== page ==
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Illustration: Shoshana Gordon/Axios

After assembling a team of tough-minded regulators to take on big technology companies, the Biden administration on Wednesday called on many of those same companies to work with the federal government to address a growing wave of cyberattacks.

Driving the news: A White House summit between President Biden and tech leaders Wednesday, including the CEOs of Apple, Google, Amazon, Microsoft and IBM, concluded with a raft of announcements of new cybersecurity projects and spending plans.

  • Microsoft said it would spend an additional $20 billion over five years on "security by design" and offer $150 million in technical services to federal, state and local governments.
  • Google plans to spend $10 billion over five years on zero-trust programs and other measures to bolster software supply chains and open-source security.
  • Amazon said it would offer the public free access to the same "security awareness training" it provides its employees.
  • IBM said it would train 150,000 people in cybersecurity skills over three years and partner with 20 historically Black colleges and universities to create cybersecurity leadership centers.
  • Apple said it was starting a new program to enhance supply chain security.

Why it matters: Defending the U.S. against cyberattacks and cybercrime is too big a problem for either government or industry to solve on their own.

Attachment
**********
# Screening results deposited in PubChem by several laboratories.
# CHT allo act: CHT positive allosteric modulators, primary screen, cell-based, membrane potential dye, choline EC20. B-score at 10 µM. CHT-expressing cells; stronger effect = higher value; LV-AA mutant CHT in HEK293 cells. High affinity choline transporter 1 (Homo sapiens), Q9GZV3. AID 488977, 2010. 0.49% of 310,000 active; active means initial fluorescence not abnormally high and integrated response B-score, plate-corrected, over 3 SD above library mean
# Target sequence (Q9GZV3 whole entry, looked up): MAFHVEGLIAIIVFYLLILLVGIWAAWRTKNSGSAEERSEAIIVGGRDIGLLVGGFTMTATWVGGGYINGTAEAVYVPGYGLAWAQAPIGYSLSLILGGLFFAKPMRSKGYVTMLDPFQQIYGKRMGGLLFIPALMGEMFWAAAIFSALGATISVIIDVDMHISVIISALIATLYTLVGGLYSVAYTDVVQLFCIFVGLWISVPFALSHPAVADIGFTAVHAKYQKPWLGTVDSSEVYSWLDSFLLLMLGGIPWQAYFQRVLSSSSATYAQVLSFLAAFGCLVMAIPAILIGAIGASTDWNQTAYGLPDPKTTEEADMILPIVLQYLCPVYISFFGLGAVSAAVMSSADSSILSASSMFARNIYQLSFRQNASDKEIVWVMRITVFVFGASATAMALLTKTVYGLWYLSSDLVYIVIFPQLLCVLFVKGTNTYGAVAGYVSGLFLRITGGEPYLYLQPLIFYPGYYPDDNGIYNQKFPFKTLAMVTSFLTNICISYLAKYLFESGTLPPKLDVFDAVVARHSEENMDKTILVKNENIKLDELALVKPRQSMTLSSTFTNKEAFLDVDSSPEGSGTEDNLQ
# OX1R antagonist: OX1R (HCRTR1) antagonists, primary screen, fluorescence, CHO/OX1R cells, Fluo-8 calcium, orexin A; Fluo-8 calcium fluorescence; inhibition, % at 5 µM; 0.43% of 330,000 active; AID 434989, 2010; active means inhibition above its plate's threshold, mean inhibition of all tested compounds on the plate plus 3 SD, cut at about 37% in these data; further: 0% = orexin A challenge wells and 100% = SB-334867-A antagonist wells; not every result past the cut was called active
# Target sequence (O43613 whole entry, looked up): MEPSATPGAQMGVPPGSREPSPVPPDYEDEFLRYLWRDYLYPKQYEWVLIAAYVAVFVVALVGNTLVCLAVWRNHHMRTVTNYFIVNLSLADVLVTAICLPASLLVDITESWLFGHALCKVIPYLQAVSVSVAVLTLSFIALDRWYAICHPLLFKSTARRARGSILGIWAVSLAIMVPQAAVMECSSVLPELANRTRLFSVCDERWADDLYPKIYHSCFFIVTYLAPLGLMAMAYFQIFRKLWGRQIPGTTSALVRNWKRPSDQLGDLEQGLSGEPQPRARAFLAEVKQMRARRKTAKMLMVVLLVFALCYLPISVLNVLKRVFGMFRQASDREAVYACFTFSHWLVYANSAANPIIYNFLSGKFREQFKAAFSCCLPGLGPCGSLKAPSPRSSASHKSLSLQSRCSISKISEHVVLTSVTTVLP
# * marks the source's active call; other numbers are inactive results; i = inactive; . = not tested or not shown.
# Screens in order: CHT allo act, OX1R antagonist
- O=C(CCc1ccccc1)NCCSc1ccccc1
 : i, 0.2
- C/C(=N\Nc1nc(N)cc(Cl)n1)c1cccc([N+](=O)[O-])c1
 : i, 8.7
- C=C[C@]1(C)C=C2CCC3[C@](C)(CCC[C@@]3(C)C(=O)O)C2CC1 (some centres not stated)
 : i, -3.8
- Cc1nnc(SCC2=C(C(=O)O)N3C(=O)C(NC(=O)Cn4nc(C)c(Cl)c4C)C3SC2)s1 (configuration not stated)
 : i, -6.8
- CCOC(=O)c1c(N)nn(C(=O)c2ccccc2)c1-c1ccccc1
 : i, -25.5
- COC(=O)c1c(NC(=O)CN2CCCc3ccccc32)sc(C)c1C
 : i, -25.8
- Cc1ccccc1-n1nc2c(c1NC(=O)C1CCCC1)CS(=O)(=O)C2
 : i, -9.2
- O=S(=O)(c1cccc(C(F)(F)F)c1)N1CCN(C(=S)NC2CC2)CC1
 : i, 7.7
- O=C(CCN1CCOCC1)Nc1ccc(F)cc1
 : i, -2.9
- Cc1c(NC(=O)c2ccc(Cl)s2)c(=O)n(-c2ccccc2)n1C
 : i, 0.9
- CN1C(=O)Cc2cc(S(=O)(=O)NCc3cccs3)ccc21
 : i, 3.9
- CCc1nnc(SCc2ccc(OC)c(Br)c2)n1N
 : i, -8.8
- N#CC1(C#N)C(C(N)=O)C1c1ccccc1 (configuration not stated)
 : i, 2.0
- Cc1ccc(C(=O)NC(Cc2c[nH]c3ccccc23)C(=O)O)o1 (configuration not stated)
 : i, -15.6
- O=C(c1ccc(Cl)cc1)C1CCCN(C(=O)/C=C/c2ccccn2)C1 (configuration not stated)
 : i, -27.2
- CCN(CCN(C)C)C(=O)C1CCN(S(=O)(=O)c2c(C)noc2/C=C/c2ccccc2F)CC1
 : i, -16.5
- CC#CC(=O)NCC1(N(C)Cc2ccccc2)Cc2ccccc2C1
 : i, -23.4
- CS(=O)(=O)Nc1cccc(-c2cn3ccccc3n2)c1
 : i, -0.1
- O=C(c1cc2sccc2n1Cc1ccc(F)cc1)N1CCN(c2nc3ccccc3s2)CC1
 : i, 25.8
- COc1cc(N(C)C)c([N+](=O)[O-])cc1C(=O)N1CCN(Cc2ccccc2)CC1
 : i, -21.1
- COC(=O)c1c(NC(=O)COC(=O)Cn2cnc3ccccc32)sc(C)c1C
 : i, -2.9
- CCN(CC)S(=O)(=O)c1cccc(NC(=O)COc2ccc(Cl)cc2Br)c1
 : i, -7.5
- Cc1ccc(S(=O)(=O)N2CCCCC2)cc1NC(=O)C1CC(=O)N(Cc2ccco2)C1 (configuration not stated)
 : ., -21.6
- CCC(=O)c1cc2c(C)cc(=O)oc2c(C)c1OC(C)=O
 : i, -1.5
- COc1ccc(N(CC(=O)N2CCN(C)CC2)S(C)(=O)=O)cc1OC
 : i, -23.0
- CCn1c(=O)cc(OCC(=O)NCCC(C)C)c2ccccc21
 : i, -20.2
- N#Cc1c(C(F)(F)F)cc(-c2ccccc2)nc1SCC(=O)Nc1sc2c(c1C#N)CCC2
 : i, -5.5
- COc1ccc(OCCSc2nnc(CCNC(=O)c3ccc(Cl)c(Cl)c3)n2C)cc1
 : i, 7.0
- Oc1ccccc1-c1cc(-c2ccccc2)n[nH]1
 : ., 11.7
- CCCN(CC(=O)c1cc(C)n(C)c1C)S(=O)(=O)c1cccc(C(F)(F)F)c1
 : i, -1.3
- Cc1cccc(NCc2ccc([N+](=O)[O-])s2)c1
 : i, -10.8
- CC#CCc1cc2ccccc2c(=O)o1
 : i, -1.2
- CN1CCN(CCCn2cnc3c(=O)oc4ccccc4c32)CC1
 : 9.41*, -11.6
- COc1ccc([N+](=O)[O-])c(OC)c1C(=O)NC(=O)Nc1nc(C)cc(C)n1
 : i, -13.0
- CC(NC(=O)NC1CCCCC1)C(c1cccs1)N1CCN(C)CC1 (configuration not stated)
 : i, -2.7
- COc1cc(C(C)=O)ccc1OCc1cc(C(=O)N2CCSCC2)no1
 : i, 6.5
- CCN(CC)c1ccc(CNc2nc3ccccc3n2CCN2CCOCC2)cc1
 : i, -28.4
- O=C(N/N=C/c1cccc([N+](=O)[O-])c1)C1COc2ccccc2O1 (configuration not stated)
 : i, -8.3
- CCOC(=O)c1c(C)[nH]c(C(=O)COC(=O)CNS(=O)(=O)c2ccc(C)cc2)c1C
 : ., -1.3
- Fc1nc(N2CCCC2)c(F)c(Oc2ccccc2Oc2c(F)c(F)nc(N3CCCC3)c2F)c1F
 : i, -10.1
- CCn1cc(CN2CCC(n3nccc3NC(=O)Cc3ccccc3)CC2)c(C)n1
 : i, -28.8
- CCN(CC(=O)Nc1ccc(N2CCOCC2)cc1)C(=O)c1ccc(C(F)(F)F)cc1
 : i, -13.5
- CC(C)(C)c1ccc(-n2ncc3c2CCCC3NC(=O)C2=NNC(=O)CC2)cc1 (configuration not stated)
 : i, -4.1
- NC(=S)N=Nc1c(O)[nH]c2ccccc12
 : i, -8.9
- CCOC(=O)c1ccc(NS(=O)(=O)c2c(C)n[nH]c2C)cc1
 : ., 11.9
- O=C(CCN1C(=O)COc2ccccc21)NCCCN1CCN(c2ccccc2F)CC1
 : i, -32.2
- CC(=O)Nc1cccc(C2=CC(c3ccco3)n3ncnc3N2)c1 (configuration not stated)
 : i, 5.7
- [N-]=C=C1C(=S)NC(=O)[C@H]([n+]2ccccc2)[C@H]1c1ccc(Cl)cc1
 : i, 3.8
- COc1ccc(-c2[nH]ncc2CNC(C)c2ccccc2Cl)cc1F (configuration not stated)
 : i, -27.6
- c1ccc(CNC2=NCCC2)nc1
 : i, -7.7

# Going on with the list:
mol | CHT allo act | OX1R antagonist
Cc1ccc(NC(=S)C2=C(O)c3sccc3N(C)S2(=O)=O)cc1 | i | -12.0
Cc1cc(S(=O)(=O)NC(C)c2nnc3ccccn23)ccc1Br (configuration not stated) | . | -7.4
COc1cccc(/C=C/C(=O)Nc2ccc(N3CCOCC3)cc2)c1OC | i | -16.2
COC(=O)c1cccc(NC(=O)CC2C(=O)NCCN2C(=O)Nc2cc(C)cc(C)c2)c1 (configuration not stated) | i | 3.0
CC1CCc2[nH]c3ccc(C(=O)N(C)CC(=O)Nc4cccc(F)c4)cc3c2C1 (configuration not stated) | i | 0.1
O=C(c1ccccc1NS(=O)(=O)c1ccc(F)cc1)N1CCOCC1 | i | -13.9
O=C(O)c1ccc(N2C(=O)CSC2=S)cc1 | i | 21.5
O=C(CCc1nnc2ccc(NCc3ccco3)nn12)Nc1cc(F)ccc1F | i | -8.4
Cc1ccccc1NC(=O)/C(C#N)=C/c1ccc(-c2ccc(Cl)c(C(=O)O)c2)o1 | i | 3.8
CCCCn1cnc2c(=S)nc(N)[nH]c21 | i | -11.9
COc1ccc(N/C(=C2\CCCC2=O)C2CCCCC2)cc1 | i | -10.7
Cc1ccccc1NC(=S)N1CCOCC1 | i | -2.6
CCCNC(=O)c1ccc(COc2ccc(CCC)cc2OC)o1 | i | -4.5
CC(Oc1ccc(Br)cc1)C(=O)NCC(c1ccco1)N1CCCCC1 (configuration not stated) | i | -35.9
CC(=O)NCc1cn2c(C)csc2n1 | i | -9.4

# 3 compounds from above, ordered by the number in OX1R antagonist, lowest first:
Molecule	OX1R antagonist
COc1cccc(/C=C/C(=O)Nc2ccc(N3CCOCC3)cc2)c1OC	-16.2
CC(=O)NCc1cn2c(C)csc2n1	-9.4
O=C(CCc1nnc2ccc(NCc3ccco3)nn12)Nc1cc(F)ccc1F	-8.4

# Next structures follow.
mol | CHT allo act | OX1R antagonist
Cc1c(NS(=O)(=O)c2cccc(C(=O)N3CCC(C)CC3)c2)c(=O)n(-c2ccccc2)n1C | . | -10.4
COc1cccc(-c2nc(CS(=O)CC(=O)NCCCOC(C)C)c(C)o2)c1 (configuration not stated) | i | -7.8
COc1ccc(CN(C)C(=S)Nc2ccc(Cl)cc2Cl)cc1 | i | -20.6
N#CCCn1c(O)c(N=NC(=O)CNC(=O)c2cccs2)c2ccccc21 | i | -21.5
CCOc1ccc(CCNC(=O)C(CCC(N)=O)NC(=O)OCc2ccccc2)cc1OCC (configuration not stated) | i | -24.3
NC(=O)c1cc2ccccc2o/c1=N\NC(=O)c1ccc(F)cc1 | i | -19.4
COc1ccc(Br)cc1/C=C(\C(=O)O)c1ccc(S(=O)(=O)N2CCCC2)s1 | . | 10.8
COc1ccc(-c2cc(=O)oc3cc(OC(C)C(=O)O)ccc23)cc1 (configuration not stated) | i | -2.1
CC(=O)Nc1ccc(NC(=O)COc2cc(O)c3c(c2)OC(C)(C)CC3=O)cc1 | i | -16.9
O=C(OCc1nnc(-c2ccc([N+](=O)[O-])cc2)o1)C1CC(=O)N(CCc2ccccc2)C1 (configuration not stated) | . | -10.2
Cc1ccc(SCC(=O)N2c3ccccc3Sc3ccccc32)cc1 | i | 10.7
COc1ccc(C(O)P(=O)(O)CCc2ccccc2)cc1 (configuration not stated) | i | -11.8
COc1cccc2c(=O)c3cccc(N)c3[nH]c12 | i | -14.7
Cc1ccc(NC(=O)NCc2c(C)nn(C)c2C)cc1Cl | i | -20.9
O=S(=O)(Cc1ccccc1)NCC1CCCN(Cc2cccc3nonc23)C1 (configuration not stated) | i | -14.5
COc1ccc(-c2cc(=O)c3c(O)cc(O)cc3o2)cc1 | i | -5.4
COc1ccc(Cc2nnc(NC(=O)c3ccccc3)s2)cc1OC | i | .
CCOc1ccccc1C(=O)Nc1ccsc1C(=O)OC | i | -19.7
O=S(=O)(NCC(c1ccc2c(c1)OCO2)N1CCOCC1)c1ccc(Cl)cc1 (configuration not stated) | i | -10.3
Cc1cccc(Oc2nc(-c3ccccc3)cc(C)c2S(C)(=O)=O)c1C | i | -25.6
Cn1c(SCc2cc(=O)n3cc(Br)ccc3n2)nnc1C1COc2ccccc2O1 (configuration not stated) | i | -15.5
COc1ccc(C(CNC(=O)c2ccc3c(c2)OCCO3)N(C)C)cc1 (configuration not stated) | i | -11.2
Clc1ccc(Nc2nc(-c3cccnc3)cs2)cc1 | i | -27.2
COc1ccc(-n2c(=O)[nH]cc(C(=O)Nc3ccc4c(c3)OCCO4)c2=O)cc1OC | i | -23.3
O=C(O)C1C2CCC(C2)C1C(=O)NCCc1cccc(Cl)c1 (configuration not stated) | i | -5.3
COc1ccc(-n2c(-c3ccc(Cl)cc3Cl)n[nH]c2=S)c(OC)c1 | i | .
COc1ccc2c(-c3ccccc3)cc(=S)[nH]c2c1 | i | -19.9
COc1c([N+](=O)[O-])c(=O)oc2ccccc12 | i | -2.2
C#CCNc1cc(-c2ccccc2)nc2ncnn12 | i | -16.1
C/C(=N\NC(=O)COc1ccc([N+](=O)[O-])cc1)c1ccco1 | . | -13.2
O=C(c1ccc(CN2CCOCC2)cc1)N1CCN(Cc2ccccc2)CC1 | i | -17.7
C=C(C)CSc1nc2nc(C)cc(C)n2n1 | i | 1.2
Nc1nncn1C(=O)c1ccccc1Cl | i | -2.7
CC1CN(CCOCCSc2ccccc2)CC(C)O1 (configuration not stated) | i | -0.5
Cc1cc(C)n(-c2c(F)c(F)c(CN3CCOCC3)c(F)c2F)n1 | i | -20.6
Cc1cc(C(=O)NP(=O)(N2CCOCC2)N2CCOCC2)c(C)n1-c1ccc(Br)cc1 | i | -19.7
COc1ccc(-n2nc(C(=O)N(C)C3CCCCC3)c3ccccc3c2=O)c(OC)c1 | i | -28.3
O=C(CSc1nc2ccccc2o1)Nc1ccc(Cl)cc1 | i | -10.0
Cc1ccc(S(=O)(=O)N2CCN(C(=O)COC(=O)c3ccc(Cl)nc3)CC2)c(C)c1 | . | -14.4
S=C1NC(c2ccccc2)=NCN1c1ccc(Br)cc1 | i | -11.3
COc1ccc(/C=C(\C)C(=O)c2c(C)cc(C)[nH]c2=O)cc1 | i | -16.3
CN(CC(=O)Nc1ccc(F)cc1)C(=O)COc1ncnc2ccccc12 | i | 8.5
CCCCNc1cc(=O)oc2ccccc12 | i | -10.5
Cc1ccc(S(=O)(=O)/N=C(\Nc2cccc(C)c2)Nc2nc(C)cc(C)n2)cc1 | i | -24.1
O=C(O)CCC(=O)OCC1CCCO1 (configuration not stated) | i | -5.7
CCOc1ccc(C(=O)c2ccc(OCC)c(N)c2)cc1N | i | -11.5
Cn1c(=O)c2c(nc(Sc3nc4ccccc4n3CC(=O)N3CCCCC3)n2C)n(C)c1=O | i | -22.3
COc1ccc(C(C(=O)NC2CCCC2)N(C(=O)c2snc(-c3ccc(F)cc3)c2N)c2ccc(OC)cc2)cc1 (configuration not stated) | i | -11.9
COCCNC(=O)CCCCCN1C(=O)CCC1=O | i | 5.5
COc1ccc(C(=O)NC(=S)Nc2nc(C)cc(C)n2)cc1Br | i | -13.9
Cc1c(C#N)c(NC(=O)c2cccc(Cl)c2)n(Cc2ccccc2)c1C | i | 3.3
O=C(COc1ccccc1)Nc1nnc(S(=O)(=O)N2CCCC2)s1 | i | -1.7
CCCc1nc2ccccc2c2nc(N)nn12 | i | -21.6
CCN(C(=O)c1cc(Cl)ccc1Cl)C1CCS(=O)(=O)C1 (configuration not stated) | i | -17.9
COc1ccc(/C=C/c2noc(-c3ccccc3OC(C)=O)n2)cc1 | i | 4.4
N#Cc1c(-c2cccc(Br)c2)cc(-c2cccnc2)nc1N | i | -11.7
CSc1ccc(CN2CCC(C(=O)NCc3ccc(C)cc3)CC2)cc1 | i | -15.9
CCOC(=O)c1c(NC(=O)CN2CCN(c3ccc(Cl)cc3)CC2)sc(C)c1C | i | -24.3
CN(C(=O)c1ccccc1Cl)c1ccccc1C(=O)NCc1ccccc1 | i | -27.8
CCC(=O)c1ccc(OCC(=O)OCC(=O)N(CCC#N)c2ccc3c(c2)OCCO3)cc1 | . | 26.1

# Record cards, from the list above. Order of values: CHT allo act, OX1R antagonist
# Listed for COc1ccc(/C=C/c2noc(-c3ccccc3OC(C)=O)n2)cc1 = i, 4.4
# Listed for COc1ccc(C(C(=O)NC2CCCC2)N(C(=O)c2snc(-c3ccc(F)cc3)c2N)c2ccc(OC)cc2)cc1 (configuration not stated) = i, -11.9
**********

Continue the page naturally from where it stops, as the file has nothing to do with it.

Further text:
Yes, but: It's an awkward moment for the White House to be trying to partner with tech companies that the executive branch is also pursuing with antitrust lawsuits and investigations.

Of note: Facebook was the one tech giant without a seat at the White House table Wednesday.

  • The company is fresh off a confrontation with the Biden administration over the spread of COVID-19 misinformation on its platform.
  • But Facebook is also the primary online touchpoint for tens of millions of Americans in their personal lives, and any broad cybersecurity project might benefit from the company's participation.

Between the lines: Some observers saw the White House meeting as a signal from Washington to the industry that it needed to take strong voluntary action or face a new wave of regulatory or legislative mandates.

  • Many in industry believe that baked-in government rules could hamstring companies trying to adapt to a rapidly changing cybersecurity environment.
  • But others view some additional regulation as inevitable.
  • IBM CEO Arvind Krishna told Axios Today he supports new cybersecurity disclosure requirements for private companies. "Disclosures will go a long way because once it's transparent, everyone will improve," he said.

Our thought bubble: This needn't be an either/or scenario. Rules can help set minimum security standards, while direct action against cyberattacks will likely need both the industry's technical prowess and the government's international reach and offensive capabilities.

The summit also covered ways to protect supply chains and critical infrastructure, cyber insurance for businesses, and a pressing shortage of workers in the sector, where "nearly half a million public and private cybersecurity jobs remain unfilled," according to a White House statement.

The bottom line: The most successful cyber defense plans are the ones you don't hear much about, because the attacks and disasters they foil never become news. That's why it will take a while before we know whether this week's announcements have any impact — and the less news you see, the more you can assume they're working.

Go deeper

Updated Oct 19, 2021 - Axios Events

Watch: A Hard Truths event on the tech industry